OK, that's a little harsh: it's not all on you. Stores employ a ton of tricks to try to seduce us into buying more than we intended. So if you're not savvy to their ploys, then there's a good chance you've fallen into at least a few of their traps.
From the way stores play with light to make "trick mirrors" to the music they play in the background, learn the pitfalls to avoid getting suckered in. Here are the top nine tricks stores use, straight from Martin Lindstrom, author of the book Brandwashed.
You're Scared of Your Own Power
Your power to grow your money, that is. Investing may sound like an intimidating thing meant only for financial gurus, but you're missing out if you're too chicken to jump in. If you invested, then 40 years could turn $1,000 into almost $22,000. Meanwhile, that same $1,000 would leave you with only a little over $2,000 after 40 years if you put it in a savings account with 2 percent interest!
That's not to say you should start picking random stocks. We recommend starting out with mutual funds or exchange-traded funds to make sure you have the most balanced portfolio to fit your goals. Don't know what those words mean? No worries. Just read this.
Ready to learn more about what's happening in the economy so you can be a better investor? Check out The Market, LearnVest’s weekly cheat sheet to investing and the market.
You're Paying Your Debts Wrong
Even if you're responsibly paying off your debts, you could be keeping yourself down if you're paying them in the wrong order.
Don't divide your payments equally among all debts, like credit card debt or your student loans. Those with the highest interest rates grow fastest, so focus on the most toxic debts first. How do you know which those are? We created a whole model for you to spell it out. Check it out here.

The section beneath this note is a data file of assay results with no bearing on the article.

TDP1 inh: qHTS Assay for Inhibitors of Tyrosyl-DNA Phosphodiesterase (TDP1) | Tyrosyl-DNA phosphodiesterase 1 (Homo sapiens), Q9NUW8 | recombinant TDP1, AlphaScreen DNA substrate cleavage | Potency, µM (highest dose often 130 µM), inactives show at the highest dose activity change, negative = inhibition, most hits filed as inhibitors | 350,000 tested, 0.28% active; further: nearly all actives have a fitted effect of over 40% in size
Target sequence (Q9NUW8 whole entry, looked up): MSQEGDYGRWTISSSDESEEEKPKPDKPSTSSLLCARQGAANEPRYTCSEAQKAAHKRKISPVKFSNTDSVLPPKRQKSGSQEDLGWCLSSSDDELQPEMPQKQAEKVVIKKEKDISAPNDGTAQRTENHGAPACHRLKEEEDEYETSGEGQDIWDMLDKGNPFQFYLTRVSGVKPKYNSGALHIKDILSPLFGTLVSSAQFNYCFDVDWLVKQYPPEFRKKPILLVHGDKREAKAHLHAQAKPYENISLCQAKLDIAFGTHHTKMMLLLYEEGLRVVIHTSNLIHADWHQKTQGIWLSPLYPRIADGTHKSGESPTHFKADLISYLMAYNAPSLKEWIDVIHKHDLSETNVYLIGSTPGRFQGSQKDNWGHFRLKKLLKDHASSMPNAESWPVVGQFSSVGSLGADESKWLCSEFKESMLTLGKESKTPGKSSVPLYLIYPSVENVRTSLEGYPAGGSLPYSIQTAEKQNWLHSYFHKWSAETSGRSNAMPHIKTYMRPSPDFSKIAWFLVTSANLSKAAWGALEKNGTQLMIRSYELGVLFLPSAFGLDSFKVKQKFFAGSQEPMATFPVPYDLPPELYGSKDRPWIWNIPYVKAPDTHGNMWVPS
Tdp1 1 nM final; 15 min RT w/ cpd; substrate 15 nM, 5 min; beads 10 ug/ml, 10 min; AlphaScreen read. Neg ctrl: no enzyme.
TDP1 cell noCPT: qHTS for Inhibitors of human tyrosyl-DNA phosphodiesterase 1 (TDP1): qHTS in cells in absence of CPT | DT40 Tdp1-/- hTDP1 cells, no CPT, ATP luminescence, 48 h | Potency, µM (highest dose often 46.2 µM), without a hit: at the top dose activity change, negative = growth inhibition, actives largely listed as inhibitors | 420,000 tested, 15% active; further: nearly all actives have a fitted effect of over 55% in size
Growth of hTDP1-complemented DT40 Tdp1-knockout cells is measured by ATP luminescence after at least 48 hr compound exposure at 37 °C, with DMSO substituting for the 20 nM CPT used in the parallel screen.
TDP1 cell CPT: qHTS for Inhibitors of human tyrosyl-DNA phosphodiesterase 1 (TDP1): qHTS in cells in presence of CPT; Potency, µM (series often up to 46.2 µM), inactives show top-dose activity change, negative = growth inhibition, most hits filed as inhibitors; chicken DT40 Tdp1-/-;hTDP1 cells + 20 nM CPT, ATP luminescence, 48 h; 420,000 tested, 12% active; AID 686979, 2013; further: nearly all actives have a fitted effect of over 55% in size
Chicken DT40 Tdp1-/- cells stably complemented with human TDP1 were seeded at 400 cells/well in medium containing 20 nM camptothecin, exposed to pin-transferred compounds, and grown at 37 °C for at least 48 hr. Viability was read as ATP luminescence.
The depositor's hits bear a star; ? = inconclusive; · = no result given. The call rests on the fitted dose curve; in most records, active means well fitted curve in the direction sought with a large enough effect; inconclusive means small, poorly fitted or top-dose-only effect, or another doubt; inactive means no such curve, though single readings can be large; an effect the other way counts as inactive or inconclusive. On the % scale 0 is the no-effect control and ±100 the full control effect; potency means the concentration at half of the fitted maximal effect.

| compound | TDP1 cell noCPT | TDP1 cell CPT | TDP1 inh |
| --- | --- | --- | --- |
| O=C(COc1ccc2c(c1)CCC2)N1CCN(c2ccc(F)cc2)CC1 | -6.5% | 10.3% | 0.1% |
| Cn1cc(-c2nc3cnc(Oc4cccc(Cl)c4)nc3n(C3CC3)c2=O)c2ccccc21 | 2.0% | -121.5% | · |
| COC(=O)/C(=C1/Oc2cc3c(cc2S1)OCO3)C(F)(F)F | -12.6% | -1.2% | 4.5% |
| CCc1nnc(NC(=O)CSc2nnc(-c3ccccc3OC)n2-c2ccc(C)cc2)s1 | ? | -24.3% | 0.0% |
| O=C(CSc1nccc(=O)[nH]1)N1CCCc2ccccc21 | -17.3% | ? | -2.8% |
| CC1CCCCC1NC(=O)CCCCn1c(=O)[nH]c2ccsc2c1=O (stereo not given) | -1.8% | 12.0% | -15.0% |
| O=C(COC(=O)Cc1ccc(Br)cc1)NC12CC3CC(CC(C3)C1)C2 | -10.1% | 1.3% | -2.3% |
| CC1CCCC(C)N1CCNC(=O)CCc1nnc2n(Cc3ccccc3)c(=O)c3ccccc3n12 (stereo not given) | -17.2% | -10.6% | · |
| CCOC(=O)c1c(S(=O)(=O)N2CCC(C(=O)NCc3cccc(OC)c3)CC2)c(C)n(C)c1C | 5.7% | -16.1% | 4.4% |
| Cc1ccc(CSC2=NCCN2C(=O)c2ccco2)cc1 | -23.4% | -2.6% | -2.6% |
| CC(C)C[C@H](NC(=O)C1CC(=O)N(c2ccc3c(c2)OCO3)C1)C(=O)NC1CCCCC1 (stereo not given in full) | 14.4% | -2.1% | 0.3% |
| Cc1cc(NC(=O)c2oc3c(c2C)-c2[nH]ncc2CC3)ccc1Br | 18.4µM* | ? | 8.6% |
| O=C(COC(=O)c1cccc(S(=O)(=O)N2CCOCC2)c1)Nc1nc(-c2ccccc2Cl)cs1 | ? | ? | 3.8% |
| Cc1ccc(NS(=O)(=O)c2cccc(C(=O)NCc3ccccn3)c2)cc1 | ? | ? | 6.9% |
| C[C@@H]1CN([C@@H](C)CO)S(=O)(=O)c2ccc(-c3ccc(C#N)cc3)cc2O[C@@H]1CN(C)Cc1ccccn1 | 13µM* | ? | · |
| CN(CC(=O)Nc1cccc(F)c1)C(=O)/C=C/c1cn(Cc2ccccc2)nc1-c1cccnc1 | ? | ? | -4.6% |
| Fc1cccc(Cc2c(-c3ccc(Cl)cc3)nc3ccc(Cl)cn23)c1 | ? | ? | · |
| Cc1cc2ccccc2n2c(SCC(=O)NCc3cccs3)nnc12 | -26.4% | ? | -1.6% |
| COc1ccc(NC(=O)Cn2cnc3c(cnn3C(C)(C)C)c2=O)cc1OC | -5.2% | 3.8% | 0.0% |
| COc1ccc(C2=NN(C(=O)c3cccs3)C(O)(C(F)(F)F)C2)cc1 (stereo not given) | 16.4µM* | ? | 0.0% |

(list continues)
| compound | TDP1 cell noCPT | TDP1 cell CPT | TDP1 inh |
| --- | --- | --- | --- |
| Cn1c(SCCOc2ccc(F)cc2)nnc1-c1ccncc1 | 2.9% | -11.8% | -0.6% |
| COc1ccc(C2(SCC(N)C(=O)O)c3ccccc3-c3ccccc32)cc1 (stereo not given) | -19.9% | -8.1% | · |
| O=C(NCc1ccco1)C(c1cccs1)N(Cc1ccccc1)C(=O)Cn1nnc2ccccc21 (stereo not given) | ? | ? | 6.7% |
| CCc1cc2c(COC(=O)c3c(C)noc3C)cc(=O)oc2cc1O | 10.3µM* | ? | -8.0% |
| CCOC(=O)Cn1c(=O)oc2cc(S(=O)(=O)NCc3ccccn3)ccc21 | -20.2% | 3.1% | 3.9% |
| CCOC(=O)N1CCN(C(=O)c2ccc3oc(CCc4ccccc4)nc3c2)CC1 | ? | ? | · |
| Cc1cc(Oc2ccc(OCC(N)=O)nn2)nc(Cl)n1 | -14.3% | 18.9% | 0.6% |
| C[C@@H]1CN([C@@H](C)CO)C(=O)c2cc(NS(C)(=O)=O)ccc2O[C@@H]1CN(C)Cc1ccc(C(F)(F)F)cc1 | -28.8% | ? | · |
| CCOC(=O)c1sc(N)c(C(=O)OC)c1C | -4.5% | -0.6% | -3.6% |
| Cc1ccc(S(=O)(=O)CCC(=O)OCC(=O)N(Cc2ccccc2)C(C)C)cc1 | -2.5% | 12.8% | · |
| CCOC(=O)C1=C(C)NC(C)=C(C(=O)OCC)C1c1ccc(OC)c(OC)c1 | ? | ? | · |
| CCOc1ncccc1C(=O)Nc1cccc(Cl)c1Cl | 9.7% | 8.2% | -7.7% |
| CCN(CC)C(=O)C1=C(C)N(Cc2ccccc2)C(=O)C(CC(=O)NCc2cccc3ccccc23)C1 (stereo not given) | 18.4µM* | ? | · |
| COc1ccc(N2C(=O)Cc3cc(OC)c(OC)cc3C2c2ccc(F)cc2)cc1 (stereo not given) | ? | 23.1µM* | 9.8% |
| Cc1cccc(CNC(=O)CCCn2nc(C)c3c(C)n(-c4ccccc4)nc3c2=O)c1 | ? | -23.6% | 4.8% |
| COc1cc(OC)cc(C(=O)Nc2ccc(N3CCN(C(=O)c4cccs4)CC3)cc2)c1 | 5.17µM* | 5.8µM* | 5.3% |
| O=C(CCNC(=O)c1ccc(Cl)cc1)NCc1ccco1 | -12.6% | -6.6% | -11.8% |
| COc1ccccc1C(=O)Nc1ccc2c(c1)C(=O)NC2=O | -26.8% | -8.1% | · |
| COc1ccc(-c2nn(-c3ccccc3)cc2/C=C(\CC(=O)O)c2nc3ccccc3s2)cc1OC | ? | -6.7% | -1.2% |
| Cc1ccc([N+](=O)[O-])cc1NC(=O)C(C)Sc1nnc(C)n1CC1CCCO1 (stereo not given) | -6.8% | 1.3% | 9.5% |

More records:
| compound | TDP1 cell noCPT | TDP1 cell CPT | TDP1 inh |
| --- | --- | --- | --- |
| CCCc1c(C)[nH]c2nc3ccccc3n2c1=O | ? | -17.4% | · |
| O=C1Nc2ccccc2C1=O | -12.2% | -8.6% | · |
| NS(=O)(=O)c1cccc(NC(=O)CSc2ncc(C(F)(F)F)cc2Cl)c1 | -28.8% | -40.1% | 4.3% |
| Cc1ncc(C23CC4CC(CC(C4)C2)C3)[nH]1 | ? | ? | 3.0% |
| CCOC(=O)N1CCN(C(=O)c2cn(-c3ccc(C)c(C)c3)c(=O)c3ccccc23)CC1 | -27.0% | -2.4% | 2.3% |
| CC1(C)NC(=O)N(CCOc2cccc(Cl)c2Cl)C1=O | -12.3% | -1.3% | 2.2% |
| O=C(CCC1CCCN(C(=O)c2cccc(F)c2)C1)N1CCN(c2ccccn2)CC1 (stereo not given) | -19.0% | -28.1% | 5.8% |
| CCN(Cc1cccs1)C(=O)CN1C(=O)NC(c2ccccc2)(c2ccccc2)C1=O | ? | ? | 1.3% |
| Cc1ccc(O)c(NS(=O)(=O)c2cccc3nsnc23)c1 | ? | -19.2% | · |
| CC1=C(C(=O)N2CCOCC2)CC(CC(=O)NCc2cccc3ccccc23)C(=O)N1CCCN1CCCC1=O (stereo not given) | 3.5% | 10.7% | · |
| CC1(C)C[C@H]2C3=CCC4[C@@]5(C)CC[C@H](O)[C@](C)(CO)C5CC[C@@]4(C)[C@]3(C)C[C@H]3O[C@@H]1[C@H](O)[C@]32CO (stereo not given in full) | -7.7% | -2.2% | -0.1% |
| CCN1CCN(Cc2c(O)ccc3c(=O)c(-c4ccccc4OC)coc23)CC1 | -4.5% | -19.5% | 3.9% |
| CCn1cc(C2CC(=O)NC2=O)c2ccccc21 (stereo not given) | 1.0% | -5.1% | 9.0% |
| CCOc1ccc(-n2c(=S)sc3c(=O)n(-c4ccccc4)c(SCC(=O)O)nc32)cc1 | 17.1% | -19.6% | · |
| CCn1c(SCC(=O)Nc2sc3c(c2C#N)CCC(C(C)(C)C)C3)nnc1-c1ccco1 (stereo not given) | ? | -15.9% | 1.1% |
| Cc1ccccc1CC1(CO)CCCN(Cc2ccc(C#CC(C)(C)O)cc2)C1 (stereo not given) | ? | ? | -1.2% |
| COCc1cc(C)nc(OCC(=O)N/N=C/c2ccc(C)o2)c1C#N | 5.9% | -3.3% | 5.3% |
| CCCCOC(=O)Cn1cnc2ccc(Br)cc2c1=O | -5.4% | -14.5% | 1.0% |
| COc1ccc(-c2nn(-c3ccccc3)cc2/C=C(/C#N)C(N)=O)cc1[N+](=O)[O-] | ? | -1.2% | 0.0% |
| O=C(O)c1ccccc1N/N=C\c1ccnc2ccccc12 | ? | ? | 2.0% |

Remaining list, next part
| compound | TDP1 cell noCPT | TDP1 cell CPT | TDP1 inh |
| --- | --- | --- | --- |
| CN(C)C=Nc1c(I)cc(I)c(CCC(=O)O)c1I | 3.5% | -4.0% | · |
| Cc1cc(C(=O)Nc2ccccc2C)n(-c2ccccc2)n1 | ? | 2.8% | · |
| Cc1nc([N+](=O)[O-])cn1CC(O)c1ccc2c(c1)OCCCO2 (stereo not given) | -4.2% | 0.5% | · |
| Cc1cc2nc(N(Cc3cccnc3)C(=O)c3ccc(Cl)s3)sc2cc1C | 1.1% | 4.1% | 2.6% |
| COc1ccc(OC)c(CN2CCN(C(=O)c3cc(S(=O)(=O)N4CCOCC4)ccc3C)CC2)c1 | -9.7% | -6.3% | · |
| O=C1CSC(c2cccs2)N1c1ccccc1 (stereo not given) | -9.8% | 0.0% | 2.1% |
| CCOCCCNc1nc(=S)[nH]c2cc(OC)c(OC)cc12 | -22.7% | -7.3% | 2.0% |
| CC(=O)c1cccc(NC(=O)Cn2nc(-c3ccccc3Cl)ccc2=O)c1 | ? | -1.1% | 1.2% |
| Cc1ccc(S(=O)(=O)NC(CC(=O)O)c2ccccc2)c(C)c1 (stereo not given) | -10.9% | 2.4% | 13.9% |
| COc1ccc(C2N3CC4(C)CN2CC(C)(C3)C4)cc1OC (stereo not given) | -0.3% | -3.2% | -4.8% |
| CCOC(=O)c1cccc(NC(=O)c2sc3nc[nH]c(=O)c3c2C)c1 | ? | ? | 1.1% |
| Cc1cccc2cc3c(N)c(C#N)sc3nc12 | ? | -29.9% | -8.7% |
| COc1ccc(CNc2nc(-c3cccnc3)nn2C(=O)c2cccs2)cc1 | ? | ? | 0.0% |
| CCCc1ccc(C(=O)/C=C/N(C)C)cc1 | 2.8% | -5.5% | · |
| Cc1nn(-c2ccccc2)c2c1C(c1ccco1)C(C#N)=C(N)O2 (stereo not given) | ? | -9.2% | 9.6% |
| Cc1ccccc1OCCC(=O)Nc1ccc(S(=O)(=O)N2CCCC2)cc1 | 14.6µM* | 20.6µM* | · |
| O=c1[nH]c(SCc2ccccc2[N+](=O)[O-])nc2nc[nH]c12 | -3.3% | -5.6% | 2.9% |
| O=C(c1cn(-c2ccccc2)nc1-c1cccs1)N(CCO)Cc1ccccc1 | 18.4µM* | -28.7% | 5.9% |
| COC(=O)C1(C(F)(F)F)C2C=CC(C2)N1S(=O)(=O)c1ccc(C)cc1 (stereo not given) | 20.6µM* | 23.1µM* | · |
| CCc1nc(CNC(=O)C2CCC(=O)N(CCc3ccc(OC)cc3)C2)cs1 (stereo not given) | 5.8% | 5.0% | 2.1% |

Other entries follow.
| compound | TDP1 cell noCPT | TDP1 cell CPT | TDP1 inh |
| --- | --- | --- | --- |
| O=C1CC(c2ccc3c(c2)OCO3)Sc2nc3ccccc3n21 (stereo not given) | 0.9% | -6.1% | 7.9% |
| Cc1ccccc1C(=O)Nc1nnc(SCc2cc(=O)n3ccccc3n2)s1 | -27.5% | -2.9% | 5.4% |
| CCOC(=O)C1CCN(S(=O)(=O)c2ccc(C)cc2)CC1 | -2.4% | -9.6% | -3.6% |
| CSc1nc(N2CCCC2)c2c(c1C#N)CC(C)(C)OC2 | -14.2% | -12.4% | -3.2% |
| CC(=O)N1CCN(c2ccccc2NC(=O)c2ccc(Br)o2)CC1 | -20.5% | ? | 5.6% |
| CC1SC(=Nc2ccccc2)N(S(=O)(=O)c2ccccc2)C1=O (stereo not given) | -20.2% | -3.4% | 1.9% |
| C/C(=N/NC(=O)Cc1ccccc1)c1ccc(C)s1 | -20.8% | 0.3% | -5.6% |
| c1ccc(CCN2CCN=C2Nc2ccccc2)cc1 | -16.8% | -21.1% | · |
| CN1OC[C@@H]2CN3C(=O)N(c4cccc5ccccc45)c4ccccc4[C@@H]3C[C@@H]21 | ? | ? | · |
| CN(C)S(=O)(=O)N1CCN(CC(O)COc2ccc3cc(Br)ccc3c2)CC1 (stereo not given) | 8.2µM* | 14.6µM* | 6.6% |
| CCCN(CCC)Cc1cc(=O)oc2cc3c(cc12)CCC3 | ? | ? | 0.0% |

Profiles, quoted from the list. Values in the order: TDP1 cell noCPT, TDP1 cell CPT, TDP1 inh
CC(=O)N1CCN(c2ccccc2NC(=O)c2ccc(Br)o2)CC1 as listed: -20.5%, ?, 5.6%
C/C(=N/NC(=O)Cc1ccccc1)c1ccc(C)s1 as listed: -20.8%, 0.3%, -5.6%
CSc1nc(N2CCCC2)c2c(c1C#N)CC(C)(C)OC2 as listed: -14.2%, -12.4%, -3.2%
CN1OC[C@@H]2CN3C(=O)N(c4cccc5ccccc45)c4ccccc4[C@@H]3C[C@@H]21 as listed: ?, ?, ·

You Don't Value Yourself Enough
We've all heard a lot about the pay gap between men and women (on average, women still make 70 percent of what men make). But forget averages and think about yourself: many experts attribute that gap, at least in part, to the fact that women tend to ask for less and negotiate less than their male counterparts.
This hiring manager told us, "Women simply accept, while the men negotiate. I would have essentially the same candidate, the only difference being gender, and I was paying her $20,000 less."
So take a cue from male counterparts by adopting power postures that make you appear more confident, remember to follow up after your interviews, and keep your head high by beating workplace stress, which, by the way, affects men and women differently.
Above all, don't let yourself be a statistic: learn the best way to ask for a pay raise here.
You're a Defeatist
We know how it goes: It starts with a small spending gaffe. But then you figure you're off the wagon, anyway, so you let yourself keep buying more, and, before you know it, you're in the depths of a bad spending spiral.
This is a common way of thinking. Once you've screwed up your budget, it's easy to feel helpless because it's hard to imagine how you'll get yourself back on track. But that thought pattern is one of the easiest ways to blow through a budget and just keep blowing on past all your financial goals.
To get out of a spending spiral, you need to stop dwelling on the negative and encourage the positive. Here are eight ways to pull yourself out of a spending spiral.